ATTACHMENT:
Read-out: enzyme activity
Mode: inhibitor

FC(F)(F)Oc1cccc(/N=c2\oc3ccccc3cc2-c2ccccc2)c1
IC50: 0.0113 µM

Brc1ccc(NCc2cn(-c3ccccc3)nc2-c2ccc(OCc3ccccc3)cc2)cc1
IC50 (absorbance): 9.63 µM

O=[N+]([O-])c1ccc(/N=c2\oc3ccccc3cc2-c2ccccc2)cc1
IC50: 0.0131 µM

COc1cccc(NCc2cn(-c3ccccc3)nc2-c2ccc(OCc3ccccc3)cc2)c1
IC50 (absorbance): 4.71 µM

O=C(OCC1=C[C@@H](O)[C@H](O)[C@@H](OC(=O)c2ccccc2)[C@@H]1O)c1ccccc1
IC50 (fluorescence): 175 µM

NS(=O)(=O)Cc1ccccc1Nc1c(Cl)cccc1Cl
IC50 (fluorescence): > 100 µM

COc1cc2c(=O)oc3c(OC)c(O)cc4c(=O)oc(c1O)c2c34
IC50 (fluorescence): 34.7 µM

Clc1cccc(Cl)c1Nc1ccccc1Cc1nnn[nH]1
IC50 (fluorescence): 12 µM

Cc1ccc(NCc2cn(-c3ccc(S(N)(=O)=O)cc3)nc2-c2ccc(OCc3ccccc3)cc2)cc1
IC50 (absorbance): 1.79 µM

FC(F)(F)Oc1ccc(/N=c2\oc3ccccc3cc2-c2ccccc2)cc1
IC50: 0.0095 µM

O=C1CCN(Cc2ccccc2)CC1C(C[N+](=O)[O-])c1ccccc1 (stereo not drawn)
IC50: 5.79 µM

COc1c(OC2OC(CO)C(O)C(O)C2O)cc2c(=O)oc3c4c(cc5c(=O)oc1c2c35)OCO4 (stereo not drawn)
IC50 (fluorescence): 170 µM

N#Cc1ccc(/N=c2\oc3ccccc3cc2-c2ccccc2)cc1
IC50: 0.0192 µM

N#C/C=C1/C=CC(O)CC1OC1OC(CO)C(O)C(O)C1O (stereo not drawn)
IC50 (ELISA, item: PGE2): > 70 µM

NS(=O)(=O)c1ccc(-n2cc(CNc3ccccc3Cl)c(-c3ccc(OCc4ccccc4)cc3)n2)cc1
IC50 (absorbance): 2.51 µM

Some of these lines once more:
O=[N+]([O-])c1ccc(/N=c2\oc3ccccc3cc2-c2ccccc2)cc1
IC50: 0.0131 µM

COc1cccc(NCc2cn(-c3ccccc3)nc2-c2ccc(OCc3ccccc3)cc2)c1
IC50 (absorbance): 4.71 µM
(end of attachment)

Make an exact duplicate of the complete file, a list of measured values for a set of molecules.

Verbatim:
Read-out: enzyme activity
Mode: inhibitor

FC(F)(F)Oc1cccc(/N=c2\oc3ccccc3cc2-c2ccccc2)c1
IC50: 0.0113 µM

Brc1ccc(NCc2cn(-c3ccccc3)nc2-c2ccc(OCc3ccccc3)cc2)cc1
IC50 (absorbance): 9.63 µM

O=[N+]([O-])c1ccc(/N=c2\oc3ccccc3cc2-c2ccccc2)cc1
IC50: 0.0131 µM

COc1cccc(NCc2cn(-c3ccccc3)nc2-c2ccc(OCc3ccccc3)cc2)c1
IC50 (absorbance): 4.71 µM

O=C(OCC1=C[C@@H](O)[C@H](O)[C@@H](OC(=O)c2ccccc2)[C@@H]1O)c1ccccc1
IC50 (fluorescence): 175 µM

NS(=O)(=O)Cc1ccccc1Nc1c(Cl)cccc1Cl
IC50 (fluorescence): > 100 µM

COc1cc2c(=O)oc3c(OC)c(O)cc4c(=O)oc(c1O)c2c34
IC50 (fluorescence): 34.7 µM

Clc1cccc(Cl)c1Nc1ccccc1Cc1nnn[nH]1
IC50 (fluorescence): 12 µM

Cc1ccc(NCc2cn(-c3ccc(S(N)(=O)=O)cc3)nc2-c2ccc(OCc3ccccc3)cc2)cc1
IC50 (absorbance): 1.79 µM

FC(F)(F)Oc1ccc(/N=c2\oc3ccccc3cc2-c2ccccc2)cc1
IC50: 0.0095 µM

O=C1CCN(Cc2ccccc2)CC1C(C[N+](=O)[O-])c1ccccc1 (stereo not drawn)
IC50: 5.79 µM

COc1c(OC2OC(CO)C(O)C(O)C2O)cc2c(=O)oc3c4c(cc5c(=O)oc1c2c35)OCO4 (stereo not drawn)
IC50 (fluorescence): 170 µM

N#Cc1ccc(/N=c2\oc3ccccc3cc2-c2ccccc2)cc1
IC50: 0.0192 µM

N#C/C=C1/C=CC(O)CC1OC1OC(CO)C(O)C(O)C1O (stereo not drawn)
IC50 (ELISA, item: PGE2): > 70 µM

NS(=O)(=O)c1ccc(-n2cc(CNc3ccccc3Cl)c(-c3ccc(OCc4ccccc4)cc3)n2)cc1
IC50 (absorbance): 2.51 µM

Some of these lines once more:
O=[N+]([O-])c1ccc(/N=c2\oc3ccccc3cc2-c2ccccc2)cc1
IC50: 0.0131 µM

COc1cccc(NCc2cn(-c3ccccc3)nc2-c2ccc(OCc3ccccc3)cc2)c1
IC50 (absorbance): 4.71 µM